Why on earth do people climb free solo? In 2018 Jimmy Chin and Elizabeth Chai Vasarhelyi brought Alex Honnold’s solo ascent of El Capitan to our screens everywhere in the documentary Free Solo. It won Best Documentary at the 2019 Oscars and made climbing docs something of a mainstream hobby.
When Tim Ferris asked Alex Honnold on a podcast who he was impressed by, and who he thought was taking the next steps in climbing, launching new frontiers of what human bodies are capable of; his immediate answer was Marc-André Leclerc. The Alpinist.
Marc-André is a somewhat eccentric young man, as most climbers are. After ADHD caused difficulties in mainstream education, he was home educated and encouraged to find his passions independently. He begins climbing, initially in jeans and trainers and gradually developing into a skilled alpinist who leaves home for Squamish, British Columbia at the age of 16. Here he meets a group of likeminded climbing obsessed young (and a few old) people, who become his family away from home.
Marc-André isn’t happy to limit himself to the local climbs. He begins to look further for more and more dangerous faces to solo. Expanding to not just climbing rock faces in summer, but riskier ones in harsher weather including up sheer ice and snow. He seems to have an uncanny ability to read the rocks and ice in front of him, instinctively being able to pick out routes as he goes.
The directors of this documentary, Peter Mortimer and Nick Rosen, are like in many more modern climbing films, actively engaged in the narrative. They annotate and narrate Marc-André’s climbs, building an impression of an ongoing relationship with him. Marc-André is an elusive figure at times though, unimpressed with the Instagram celebrity status of many high stake’s climbers, he disappears and climbs without telling them, agreeing to re-create his initial climb with them filming. We see them making desperate phone-calls, attempting to locate him and pin him down so they can complete their film.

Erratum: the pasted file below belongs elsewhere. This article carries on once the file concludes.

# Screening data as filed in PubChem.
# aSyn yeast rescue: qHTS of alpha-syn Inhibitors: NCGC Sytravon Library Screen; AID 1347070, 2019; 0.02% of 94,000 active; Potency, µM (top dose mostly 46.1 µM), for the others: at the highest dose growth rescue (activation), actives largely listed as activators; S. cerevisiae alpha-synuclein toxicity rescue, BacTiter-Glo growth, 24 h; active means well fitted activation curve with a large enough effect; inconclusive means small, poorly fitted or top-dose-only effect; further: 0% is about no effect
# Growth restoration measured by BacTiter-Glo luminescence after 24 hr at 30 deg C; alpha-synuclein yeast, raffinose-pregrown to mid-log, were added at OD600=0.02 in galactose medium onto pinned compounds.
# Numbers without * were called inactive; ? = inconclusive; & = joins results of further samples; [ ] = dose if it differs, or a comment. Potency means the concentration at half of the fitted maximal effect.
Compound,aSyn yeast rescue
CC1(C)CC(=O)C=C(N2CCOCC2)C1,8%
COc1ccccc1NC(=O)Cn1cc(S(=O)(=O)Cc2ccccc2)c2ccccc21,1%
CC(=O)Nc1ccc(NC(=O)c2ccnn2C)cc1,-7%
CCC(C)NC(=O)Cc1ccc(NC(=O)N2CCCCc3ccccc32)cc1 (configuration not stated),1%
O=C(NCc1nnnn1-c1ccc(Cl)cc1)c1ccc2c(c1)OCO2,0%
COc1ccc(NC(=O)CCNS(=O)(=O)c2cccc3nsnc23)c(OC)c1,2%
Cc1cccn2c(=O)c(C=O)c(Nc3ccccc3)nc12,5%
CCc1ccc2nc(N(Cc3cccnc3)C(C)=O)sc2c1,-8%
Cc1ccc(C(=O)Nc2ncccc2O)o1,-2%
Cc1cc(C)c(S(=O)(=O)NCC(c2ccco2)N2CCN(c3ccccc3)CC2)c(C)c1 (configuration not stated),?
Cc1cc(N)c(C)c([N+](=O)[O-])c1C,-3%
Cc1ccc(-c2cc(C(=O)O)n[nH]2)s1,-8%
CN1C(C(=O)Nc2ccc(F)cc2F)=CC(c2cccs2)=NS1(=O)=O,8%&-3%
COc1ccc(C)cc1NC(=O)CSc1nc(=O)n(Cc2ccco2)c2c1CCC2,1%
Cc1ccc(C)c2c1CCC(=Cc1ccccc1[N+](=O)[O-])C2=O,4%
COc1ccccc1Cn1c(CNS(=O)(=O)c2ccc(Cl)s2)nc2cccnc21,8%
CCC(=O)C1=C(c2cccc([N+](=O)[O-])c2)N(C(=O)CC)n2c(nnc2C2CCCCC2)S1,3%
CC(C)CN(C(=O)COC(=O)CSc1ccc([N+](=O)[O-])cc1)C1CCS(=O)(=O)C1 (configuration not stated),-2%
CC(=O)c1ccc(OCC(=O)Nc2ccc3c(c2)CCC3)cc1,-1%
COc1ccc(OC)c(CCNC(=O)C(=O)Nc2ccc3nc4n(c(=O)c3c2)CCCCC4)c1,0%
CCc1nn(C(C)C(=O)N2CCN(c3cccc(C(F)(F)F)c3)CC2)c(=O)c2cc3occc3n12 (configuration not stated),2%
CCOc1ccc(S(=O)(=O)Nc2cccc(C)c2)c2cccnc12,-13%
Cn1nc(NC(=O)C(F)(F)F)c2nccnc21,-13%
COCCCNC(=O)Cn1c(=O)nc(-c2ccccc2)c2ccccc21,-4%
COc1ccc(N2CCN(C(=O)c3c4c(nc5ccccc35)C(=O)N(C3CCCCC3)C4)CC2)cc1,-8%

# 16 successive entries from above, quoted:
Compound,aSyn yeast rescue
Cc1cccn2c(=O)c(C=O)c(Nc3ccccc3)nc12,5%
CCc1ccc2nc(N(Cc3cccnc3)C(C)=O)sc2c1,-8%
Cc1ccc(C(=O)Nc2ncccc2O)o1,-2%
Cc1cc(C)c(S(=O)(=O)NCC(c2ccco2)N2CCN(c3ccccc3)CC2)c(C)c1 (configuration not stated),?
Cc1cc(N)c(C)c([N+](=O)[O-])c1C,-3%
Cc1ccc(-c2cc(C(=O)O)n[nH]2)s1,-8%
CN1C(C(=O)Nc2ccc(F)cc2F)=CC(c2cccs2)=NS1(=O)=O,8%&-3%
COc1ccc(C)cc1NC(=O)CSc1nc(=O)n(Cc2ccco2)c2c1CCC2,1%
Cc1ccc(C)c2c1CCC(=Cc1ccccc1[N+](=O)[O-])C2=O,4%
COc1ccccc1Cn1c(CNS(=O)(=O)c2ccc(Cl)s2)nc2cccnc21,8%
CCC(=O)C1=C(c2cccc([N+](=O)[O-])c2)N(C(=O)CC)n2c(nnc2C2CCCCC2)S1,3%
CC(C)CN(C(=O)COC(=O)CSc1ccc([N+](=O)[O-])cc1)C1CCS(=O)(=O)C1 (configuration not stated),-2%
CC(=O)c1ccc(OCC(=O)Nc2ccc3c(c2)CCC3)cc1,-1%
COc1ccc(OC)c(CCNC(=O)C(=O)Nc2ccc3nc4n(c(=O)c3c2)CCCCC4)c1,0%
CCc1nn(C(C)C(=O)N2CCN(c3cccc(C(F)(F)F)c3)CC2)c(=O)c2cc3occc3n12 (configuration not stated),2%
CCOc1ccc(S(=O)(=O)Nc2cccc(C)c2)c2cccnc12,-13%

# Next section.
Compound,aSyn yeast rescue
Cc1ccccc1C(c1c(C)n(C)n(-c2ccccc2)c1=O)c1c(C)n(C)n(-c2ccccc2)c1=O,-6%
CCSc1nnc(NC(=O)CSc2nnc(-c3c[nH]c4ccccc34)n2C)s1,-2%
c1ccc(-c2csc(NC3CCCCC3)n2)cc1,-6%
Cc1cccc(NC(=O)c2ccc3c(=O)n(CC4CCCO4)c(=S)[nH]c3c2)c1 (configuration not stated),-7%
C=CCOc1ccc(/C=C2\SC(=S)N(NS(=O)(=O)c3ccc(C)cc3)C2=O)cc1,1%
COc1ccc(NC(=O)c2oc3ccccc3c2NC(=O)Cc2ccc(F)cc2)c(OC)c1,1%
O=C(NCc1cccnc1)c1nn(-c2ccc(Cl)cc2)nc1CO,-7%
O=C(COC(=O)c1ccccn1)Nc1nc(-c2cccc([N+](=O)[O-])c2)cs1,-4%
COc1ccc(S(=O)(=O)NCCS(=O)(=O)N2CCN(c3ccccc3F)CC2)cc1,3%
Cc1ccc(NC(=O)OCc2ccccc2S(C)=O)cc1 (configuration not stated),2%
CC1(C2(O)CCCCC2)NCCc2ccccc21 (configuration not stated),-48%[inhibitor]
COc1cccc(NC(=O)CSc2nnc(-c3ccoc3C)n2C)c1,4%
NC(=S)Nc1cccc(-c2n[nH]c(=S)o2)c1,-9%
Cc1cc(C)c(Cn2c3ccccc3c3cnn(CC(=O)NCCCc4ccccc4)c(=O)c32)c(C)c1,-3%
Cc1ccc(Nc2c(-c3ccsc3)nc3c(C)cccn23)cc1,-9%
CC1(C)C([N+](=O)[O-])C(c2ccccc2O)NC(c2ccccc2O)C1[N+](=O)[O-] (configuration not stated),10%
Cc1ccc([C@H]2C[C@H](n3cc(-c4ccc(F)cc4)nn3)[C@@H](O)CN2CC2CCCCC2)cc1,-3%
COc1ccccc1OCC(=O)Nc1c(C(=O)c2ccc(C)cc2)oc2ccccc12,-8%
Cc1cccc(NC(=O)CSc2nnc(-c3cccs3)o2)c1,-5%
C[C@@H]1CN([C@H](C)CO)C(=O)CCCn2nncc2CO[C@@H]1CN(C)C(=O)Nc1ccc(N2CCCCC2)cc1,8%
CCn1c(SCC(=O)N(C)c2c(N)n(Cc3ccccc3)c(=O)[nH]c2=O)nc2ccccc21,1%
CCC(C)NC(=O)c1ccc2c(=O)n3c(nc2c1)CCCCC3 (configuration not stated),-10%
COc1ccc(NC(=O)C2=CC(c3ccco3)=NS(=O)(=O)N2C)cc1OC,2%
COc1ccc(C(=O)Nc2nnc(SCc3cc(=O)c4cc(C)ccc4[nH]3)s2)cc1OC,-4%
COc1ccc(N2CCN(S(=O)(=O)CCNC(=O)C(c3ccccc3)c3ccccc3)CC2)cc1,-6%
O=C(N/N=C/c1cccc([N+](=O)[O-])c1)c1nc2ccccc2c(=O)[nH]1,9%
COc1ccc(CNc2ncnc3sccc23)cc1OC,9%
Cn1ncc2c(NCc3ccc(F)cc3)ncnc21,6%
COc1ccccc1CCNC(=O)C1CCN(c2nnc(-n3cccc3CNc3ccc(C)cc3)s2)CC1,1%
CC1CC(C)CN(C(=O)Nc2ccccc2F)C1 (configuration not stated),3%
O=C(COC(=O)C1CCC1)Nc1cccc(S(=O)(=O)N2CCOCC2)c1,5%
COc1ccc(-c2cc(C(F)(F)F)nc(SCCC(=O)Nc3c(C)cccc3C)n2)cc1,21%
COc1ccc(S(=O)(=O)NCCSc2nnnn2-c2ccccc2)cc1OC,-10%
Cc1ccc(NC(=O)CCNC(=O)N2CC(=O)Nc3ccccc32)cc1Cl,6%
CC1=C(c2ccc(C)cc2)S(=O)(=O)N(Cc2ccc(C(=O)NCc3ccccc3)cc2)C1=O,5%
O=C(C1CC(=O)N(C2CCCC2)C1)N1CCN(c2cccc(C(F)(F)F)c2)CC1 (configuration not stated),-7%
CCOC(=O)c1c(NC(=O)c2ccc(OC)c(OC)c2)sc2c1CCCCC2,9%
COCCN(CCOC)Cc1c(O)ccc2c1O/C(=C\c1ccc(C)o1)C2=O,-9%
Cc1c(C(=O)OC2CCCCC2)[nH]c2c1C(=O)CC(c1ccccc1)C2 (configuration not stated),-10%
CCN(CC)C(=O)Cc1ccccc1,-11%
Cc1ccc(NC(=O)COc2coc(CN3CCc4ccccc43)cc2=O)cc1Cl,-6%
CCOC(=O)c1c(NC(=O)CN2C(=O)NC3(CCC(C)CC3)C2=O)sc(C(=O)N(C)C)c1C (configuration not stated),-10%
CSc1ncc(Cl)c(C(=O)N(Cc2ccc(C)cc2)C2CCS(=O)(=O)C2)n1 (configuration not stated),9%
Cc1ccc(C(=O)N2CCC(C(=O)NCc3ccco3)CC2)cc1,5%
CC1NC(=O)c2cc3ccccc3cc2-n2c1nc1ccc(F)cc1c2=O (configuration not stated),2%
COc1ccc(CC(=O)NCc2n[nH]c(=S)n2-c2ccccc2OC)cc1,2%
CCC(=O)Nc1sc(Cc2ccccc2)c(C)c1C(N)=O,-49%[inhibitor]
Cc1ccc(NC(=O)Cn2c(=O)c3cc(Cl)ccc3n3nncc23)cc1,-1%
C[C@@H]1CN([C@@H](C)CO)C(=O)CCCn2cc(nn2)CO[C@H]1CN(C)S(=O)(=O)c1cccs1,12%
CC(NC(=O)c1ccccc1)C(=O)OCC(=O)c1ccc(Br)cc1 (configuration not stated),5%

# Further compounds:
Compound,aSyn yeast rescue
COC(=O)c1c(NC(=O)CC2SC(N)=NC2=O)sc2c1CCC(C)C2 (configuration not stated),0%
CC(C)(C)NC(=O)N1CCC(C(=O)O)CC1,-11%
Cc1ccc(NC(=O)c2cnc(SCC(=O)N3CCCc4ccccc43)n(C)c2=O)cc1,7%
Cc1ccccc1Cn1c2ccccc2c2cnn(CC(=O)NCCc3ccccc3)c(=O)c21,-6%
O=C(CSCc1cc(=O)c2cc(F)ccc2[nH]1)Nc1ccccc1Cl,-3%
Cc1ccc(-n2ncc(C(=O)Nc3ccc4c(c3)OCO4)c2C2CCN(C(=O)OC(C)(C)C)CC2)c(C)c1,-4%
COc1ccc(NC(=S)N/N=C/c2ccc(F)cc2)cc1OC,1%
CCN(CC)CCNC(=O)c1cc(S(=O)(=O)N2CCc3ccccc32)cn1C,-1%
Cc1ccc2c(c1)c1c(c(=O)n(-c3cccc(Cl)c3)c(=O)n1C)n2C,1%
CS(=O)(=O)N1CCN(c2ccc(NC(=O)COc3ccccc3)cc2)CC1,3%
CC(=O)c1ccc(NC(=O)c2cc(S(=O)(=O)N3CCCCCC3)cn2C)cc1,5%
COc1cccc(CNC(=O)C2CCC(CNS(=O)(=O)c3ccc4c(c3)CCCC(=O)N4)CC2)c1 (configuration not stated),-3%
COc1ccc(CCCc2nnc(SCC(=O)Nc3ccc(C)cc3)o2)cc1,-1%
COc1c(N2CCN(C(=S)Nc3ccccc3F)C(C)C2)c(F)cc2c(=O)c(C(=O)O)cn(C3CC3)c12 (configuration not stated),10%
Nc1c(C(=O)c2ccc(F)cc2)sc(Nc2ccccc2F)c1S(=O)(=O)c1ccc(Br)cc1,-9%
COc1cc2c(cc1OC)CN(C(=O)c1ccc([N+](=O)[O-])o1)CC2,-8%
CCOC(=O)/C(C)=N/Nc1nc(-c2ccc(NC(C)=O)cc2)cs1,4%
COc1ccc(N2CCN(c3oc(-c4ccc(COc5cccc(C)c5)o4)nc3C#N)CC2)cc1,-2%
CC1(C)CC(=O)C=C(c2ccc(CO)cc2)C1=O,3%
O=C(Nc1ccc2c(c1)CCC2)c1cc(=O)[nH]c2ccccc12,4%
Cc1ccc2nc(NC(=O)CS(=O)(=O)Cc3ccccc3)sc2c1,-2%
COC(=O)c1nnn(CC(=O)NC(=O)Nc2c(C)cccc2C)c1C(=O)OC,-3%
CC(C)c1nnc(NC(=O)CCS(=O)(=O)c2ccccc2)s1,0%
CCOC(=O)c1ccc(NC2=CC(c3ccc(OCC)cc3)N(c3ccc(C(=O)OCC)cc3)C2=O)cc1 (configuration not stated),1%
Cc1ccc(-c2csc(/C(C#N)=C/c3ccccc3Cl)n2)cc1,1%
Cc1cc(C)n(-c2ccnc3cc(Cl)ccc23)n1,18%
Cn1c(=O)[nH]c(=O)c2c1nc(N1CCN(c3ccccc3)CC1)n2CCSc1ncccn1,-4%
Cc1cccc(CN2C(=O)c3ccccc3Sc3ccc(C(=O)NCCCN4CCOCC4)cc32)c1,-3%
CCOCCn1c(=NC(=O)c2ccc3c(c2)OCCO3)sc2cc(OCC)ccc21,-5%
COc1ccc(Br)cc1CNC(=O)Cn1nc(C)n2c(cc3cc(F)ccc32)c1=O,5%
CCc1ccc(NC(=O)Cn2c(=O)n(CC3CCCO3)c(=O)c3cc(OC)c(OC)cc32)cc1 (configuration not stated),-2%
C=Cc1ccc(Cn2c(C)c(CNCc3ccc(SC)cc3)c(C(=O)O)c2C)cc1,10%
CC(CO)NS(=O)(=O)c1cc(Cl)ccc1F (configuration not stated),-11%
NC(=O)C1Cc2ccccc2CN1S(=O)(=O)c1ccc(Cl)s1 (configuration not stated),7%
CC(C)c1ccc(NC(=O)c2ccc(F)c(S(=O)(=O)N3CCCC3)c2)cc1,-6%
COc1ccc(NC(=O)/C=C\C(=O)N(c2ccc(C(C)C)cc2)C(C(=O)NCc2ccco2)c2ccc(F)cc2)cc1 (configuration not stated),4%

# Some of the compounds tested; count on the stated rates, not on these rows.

Climbing a spiritual experience for Marc-André in a sense. Despite his ADHD, the focus he achieves on these walls is astounding. His movements appear calm, controlled, and effortless, as he manoeuvres his way up sheer rock faces, apparently oblivious to the enormous drops below him.
We are also introduced to another inspiring figure in his long-term partner, Brette Harrington. While so many documentaries of this type are primarily masculine affairs with occasional introductions to long suffering wives and girlfriends, Brette is an incredible climber in her own right. She climbs alongside Marc-André and joins him in his slightly eccentric living style (in a tent in the woods). They are true partners, encouraging and nurturing each other’s skills. It’s a wonderful and refreshing dynamic to see on screen, as rather than Brette watching Mark-André climb fearfully, she appears to be as calm as he is.
That’s not to say The Alpinist is not a tense piece of work, it absolutely is. It is difficult not to spend the runtime questioning just how far Marc-André can push his exploits. And certain sequences are spent on the edge of your seat fully expecting him to lose his footing and plunge out of the frame to his death.
The Alpinist stands to be this year’s Free Solo, and it deserves that label. Taking Honnold’s achievements and pushing them further, adding more complication, more risk, and more hair-raising tension.
The Alpinist is released on September 24th.